Herzog and his wife died before the war, and De Csepel's grandmother Erzsebét, or Elizabeth, and her two brothers inherited the artworks. One brother, András, was sent into forced labor and never returned.
According to De Csepel, Elizabeth was at home in Budapest on March 19, 1944, when the Gestapo came to the door. They shot the family dog, then seized not just artworks but the massive iron and steel manufacturing enterprise founded by her father-in-law, Manfred Weiss. They took over the factories for the production of wartime munitions and held Elizabeth's husband hostage to continue to run them, which helped to ensure his family's survival.
Though most family members were able to flee to safety, the artworks were looted and dispersed. Some works were taken by the Hungarian government collaborating with the Nazis. Others were seized by Nazis — Adolf Eichmann reportedly requested particular Herzog pieces for his own collection. The invading Red Army absconded with others that remain in Russian museums.
Elizabeth immigrated to the United States, and lived on the Upper East Side of New York while David was growing up in Connecticut. He remembers her apartment, where she hung black-and-white images of her father's paintings — cut from pages of art history books.
"The loss of artwork can't compare with the loss of human life, but she clearly found a great solace in these images," he said.
While Hungary was still a communist country, she did receive one form of compensation: an award of $210,000 in 1959 from the U.S. Foreign Claims Settlement Commission.
In 1989, with the collapse of the communist government, Elizabeth made contact with Hungarian officials to pursue the return of the art. She recovered only a few works by little-known artists.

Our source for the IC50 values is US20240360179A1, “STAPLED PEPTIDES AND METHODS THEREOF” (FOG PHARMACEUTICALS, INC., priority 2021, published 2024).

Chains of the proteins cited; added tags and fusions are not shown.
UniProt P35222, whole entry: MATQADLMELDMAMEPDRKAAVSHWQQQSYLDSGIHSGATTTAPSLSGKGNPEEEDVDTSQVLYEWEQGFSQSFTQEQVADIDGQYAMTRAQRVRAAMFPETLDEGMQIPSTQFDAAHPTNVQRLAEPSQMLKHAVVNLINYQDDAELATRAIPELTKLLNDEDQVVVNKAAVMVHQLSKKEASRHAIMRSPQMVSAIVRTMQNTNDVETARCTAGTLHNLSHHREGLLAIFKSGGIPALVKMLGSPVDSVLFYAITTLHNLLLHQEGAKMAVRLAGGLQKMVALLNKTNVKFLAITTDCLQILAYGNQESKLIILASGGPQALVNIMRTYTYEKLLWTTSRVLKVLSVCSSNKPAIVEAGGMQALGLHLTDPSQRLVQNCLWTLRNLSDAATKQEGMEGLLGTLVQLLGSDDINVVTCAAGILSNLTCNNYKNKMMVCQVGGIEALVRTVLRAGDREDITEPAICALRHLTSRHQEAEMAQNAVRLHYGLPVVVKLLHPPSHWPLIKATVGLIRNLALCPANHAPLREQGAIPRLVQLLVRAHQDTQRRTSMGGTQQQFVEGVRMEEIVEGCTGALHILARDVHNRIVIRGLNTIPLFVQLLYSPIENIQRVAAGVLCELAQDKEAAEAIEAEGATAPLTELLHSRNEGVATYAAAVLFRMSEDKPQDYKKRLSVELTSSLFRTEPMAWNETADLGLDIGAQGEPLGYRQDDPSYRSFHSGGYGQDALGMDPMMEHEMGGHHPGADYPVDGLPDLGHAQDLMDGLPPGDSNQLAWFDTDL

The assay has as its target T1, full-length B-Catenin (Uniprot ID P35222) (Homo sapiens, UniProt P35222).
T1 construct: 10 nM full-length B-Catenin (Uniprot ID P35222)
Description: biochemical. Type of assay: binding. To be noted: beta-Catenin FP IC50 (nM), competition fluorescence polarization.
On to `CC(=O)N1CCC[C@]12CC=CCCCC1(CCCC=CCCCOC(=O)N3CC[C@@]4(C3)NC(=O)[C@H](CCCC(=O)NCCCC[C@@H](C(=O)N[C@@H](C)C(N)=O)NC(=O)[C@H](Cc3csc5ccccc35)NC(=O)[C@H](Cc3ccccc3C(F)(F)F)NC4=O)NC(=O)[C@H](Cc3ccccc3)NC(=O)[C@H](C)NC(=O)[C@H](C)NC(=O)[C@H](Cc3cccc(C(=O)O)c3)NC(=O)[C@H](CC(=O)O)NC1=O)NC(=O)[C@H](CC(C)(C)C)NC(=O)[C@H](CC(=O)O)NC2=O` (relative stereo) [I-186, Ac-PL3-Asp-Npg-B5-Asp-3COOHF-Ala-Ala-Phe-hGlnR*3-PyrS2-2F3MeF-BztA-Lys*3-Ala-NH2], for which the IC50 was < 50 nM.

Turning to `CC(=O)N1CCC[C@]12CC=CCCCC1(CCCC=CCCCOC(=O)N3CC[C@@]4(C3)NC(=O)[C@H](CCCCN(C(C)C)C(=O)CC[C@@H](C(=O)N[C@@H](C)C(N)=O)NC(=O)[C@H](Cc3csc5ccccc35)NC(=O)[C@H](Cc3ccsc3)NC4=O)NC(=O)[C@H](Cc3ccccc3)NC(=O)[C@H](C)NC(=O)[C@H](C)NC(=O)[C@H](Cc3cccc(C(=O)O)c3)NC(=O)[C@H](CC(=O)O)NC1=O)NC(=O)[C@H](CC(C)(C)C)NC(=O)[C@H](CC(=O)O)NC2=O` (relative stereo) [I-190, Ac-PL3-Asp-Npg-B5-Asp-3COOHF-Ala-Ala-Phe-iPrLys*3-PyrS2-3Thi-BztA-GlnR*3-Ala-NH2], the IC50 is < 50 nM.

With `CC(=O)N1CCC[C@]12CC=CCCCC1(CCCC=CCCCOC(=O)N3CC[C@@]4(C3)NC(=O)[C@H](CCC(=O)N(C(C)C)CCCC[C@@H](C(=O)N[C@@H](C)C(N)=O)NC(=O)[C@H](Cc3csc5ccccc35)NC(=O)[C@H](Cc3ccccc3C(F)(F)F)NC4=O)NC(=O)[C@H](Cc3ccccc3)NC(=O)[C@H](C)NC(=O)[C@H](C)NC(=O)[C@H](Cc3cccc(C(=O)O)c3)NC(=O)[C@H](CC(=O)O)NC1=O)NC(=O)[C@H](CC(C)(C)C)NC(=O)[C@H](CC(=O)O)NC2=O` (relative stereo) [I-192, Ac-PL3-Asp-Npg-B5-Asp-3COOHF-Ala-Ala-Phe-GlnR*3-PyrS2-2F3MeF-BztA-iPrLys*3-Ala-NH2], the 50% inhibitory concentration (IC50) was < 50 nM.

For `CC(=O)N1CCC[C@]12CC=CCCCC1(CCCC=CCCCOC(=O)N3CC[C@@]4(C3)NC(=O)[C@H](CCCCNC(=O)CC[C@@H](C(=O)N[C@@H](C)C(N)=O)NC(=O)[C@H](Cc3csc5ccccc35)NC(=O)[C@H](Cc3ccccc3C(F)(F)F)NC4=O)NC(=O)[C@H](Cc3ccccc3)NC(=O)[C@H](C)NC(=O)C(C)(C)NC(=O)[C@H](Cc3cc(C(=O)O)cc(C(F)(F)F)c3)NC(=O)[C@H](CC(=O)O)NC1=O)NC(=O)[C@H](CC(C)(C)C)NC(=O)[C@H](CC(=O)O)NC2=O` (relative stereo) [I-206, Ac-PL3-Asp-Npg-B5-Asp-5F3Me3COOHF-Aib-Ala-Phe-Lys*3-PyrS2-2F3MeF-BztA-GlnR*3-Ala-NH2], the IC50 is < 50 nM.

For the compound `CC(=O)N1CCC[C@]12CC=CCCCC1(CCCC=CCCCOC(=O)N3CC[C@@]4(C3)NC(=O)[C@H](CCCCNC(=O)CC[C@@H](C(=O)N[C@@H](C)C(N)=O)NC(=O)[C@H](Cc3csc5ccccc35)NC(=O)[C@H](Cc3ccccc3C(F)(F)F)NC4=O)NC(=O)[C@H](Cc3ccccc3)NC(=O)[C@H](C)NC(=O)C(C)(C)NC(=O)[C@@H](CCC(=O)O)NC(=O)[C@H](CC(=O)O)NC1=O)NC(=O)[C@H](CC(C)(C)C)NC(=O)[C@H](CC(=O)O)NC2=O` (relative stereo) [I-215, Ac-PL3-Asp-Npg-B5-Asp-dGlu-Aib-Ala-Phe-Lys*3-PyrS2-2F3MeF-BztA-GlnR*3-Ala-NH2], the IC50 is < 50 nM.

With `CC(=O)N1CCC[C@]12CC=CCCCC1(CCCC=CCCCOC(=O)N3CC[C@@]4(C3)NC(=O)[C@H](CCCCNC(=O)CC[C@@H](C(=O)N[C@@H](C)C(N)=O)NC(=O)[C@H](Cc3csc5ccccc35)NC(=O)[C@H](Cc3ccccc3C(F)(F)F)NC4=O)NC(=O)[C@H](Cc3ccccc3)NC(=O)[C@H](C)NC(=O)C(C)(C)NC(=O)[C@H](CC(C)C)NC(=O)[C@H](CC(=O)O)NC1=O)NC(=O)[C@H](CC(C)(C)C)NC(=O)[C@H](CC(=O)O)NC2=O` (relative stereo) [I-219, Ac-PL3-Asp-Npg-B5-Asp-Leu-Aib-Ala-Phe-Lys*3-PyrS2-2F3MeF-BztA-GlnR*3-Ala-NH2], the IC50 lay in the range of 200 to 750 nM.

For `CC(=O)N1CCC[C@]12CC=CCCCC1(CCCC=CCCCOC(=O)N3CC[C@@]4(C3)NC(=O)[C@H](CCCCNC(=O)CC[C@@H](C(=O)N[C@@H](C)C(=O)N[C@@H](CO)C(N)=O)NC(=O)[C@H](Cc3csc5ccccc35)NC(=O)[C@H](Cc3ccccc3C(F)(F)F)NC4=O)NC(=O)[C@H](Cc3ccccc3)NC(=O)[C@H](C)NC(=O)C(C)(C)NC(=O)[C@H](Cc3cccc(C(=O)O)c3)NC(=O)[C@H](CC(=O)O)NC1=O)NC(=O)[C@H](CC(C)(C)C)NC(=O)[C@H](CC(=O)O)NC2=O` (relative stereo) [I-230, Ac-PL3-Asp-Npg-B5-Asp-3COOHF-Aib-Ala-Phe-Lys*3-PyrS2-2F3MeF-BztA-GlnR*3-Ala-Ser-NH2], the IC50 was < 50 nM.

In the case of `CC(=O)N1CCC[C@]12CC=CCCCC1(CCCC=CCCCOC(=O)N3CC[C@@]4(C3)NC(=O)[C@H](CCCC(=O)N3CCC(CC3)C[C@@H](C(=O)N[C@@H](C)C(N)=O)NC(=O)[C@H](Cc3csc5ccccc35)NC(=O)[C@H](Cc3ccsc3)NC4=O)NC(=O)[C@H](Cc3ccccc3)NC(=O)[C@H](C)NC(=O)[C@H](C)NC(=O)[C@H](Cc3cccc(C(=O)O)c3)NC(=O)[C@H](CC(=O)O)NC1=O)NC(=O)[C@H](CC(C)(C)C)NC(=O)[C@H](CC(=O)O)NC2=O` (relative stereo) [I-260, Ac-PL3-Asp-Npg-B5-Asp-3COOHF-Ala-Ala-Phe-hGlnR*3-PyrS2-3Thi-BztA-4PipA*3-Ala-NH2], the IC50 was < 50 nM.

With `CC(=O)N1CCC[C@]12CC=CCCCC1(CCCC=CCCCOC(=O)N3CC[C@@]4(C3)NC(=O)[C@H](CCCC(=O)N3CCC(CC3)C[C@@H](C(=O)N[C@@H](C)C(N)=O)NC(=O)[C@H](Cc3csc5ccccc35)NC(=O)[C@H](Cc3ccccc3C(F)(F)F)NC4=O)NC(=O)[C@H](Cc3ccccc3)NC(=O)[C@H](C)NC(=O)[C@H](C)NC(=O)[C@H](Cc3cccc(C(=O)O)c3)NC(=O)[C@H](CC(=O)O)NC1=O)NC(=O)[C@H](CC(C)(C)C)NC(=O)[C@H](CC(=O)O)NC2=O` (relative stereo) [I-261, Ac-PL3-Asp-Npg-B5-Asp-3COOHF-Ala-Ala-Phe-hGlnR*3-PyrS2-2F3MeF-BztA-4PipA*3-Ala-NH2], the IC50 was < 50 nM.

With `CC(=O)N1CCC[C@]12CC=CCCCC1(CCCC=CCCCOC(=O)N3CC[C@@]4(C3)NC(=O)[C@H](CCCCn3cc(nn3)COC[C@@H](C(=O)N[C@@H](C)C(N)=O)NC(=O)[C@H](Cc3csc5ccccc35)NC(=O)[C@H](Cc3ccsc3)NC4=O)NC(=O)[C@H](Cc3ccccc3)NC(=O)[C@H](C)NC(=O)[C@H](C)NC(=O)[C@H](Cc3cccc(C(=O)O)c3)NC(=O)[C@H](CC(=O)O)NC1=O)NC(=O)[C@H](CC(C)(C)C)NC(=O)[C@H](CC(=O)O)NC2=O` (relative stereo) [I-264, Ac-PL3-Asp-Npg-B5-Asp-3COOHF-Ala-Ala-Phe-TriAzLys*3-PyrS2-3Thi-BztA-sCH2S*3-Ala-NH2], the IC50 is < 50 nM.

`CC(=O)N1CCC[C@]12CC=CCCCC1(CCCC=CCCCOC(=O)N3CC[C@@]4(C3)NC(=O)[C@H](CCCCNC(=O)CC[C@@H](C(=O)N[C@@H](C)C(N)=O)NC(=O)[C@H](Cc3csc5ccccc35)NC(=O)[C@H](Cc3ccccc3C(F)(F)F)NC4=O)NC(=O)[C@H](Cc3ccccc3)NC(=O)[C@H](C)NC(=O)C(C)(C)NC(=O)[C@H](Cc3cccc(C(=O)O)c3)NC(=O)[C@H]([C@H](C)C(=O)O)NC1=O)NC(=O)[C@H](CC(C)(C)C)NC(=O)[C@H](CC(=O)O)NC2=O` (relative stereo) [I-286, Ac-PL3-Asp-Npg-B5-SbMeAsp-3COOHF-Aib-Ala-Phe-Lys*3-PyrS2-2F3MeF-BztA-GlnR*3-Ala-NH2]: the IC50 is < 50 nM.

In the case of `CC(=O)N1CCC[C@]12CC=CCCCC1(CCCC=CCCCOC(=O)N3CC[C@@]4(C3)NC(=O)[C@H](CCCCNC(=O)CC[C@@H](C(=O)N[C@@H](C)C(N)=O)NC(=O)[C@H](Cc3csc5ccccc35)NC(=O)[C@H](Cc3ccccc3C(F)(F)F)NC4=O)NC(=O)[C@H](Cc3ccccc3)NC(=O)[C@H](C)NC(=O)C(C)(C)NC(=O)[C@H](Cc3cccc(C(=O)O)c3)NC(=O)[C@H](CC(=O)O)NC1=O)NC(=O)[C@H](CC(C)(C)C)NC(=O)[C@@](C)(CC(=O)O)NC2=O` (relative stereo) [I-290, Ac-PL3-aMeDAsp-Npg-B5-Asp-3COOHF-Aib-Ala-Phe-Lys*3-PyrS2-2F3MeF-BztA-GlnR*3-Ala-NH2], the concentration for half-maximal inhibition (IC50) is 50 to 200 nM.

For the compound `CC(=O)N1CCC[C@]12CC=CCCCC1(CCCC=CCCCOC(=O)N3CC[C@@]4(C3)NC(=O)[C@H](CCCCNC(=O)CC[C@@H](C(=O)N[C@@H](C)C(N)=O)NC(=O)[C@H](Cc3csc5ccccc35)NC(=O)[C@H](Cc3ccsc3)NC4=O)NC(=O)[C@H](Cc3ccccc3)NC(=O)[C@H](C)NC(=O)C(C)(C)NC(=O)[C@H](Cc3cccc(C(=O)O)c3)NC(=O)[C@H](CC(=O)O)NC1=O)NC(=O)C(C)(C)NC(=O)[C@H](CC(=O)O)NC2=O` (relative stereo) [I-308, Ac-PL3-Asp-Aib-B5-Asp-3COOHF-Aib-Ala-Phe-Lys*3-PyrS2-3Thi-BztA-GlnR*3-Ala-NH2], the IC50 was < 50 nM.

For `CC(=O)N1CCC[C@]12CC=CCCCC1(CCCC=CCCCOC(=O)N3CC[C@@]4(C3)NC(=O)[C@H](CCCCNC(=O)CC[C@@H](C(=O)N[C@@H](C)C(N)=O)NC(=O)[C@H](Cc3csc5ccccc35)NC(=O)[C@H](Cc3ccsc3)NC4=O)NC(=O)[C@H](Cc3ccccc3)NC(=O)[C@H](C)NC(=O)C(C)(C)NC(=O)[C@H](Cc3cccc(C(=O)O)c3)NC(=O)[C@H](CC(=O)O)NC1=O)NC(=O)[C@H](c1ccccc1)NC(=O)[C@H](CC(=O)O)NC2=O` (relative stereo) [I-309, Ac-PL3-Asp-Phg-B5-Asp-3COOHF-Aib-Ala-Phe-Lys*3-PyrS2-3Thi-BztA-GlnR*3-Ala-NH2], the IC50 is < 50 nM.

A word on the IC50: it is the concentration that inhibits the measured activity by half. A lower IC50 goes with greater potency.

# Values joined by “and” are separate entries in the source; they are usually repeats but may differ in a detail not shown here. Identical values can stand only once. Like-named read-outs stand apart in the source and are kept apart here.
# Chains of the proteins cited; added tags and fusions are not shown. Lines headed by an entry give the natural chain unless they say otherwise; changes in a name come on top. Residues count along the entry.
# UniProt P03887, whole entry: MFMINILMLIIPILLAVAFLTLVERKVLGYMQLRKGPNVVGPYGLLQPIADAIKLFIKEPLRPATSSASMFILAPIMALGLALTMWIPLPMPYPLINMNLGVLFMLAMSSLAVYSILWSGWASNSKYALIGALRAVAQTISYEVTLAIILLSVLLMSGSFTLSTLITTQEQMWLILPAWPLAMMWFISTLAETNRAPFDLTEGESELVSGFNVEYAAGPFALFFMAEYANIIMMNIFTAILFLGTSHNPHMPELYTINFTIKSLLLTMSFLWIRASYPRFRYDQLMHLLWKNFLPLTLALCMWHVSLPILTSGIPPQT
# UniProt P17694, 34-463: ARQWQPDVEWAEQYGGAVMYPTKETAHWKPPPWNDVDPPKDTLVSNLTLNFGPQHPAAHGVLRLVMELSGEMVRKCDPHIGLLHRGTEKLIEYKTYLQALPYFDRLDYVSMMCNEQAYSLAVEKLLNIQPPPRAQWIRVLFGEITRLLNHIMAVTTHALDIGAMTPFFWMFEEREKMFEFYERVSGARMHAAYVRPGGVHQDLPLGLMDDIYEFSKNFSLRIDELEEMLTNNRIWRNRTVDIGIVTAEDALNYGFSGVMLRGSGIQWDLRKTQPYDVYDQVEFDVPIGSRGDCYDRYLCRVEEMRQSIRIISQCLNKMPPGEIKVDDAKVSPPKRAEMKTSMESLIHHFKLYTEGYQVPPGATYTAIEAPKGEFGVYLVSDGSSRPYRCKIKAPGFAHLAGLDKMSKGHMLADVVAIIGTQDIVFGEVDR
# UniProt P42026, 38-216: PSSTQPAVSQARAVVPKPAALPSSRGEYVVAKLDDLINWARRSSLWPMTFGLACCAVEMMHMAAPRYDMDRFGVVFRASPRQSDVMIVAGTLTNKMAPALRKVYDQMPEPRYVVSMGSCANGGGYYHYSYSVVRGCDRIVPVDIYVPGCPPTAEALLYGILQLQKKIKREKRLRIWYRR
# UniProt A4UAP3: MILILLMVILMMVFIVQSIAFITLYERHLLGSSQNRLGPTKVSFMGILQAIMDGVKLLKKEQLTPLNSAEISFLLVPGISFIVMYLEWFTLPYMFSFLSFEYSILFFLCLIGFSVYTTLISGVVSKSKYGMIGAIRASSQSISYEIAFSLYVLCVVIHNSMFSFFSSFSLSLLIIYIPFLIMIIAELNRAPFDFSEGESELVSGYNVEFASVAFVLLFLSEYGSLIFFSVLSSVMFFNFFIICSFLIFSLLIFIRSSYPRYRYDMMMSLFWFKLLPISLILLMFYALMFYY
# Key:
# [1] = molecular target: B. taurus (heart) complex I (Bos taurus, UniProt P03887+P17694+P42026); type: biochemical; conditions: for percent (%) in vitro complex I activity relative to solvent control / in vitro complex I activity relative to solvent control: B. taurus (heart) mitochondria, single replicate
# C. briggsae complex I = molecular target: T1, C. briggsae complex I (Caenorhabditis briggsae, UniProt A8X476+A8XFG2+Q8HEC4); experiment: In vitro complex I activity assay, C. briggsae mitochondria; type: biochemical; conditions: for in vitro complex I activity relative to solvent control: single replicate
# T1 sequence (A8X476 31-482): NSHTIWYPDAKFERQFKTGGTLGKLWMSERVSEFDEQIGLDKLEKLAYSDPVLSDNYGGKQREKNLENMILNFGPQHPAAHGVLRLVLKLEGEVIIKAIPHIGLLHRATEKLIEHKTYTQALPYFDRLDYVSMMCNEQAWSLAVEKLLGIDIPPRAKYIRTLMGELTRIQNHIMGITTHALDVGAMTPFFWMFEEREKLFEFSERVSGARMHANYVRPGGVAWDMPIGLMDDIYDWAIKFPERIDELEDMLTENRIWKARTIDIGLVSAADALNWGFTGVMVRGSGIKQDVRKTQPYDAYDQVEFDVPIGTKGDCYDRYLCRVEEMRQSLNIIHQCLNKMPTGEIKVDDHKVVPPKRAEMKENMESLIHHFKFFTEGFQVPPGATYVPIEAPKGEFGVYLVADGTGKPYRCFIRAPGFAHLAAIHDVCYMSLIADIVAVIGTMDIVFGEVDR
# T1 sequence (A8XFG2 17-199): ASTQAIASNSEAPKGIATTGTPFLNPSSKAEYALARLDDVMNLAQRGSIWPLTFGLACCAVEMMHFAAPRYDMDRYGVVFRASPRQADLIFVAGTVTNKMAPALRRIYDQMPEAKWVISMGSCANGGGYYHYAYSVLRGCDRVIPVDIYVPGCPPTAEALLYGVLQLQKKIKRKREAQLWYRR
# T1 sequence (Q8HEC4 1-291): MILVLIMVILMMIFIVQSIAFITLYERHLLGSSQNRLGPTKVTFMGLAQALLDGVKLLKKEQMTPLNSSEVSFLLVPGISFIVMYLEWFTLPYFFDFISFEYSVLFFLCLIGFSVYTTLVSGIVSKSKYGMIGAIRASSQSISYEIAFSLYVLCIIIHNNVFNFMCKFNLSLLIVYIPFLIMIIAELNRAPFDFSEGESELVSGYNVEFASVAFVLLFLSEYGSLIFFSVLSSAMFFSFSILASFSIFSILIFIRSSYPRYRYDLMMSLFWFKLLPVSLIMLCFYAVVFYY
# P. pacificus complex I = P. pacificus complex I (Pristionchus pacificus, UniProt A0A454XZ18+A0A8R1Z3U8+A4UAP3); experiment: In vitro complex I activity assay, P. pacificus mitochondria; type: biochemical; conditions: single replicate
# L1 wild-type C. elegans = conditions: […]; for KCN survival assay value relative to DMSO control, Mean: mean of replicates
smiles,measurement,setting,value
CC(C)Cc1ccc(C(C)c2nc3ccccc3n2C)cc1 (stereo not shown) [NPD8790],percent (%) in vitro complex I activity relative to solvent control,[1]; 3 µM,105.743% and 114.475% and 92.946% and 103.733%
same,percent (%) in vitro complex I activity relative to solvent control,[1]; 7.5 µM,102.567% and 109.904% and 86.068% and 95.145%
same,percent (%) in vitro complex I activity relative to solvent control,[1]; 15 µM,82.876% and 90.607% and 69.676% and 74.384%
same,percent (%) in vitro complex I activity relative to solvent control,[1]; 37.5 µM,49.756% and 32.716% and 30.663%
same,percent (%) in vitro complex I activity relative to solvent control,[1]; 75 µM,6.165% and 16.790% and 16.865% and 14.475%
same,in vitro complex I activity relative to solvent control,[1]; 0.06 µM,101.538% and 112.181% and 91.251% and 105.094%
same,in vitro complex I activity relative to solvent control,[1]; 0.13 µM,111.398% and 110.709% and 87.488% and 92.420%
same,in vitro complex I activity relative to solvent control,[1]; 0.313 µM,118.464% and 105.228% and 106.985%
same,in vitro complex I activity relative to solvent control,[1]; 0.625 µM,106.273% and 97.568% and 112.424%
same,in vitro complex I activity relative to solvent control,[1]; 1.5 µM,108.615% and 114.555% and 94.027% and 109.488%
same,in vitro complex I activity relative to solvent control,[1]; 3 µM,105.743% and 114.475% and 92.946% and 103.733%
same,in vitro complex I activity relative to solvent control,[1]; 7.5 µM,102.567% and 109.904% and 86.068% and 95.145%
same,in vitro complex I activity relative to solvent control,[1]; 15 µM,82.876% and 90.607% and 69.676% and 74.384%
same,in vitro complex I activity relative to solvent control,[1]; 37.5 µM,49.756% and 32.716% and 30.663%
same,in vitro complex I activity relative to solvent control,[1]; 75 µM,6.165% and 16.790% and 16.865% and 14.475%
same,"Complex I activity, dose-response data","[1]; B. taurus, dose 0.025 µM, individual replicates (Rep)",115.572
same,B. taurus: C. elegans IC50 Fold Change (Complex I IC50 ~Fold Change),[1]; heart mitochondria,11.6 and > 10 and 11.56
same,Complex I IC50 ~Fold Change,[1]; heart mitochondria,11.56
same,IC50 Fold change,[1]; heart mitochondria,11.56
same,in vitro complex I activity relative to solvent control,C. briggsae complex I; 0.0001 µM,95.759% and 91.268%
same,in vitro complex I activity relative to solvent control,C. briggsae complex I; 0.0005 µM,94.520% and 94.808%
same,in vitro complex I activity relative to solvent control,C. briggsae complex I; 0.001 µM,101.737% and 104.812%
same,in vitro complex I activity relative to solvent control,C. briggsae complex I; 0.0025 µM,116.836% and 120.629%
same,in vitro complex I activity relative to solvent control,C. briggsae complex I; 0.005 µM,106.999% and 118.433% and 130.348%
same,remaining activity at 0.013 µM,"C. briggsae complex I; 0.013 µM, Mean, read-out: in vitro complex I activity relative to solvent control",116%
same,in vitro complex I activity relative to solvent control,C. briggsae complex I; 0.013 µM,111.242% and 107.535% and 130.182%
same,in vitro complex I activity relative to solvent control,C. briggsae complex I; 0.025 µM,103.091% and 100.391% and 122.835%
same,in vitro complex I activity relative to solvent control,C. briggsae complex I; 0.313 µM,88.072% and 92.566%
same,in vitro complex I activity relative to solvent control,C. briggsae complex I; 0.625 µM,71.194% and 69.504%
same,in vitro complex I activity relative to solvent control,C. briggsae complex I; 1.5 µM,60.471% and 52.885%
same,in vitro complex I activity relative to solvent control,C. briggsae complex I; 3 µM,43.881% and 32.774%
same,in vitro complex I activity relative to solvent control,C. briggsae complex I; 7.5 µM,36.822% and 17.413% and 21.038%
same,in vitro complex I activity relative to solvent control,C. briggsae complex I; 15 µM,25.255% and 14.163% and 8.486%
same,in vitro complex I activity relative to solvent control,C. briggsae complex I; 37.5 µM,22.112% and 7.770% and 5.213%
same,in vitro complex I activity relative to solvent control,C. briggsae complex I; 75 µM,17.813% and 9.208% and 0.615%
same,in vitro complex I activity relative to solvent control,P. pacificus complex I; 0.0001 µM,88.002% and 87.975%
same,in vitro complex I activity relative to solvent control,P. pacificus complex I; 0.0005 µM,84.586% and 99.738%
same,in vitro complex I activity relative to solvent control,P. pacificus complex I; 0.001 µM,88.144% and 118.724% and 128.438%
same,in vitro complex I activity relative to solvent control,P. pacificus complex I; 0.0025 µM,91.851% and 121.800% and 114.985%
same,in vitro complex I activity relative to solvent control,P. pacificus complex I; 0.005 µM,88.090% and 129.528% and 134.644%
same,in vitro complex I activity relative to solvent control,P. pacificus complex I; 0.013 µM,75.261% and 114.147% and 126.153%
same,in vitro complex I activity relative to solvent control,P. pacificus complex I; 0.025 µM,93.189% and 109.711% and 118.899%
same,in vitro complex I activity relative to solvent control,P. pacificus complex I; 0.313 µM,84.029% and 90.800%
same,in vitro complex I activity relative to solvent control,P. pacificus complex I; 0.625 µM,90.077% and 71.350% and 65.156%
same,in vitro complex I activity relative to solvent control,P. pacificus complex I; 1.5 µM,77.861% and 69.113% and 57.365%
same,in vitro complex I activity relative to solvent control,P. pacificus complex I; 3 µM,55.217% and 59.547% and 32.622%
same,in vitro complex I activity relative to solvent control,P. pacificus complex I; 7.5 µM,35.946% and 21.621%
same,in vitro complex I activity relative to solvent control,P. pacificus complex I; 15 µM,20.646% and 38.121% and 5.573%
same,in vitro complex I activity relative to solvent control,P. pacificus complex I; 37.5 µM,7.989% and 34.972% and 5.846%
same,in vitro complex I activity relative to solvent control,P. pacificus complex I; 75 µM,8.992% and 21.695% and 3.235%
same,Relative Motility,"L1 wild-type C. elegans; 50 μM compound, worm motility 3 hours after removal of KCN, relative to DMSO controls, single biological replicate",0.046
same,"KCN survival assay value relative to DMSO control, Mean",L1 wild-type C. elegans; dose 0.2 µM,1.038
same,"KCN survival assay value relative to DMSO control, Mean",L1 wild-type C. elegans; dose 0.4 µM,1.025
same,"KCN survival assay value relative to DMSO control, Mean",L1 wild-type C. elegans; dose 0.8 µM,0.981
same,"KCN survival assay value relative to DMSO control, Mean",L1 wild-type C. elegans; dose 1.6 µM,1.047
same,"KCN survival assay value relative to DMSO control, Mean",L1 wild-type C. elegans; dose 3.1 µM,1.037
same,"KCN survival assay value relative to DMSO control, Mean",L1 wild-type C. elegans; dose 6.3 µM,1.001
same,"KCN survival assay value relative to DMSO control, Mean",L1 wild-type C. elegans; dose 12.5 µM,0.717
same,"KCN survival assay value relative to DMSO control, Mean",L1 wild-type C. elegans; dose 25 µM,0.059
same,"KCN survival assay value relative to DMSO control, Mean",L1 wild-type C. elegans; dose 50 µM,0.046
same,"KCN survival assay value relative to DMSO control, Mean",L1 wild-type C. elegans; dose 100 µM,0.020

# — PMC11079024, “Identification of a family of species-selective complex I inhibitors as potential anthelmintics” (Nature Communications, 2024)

After her death in 1992, her daughter, Nierenberg, David's aunt, took up the quest. She was also based in New York, where she was one of the founders of the Scandinavian design firm Dansk. When negotiations failed, she brought suit in 1999 in Hungary. One court agreed to return 10 of the 11 paintings she was seeking, but the Hungarian supreme court vacated that decision, bouncing the suit back to a lower court.
As the case dragged on, Nierenberg pursued a political campaign as well as her legal one, lobbying members of Congress to apply diplomatic pressure.
"We did both because we weren't sure of the best way to recover the art," said De Csepel, who described his role as one of support.
One ally was Hillary Rodham Clinton, then a U.S. senator from New York. She and other members of Congress sent a letter to the Hungarian minister of foreign affairs in 2007 urging her to return the artworks: "Many wrongs of the Holocaust can never, ever be undone. This one can be," they wrote.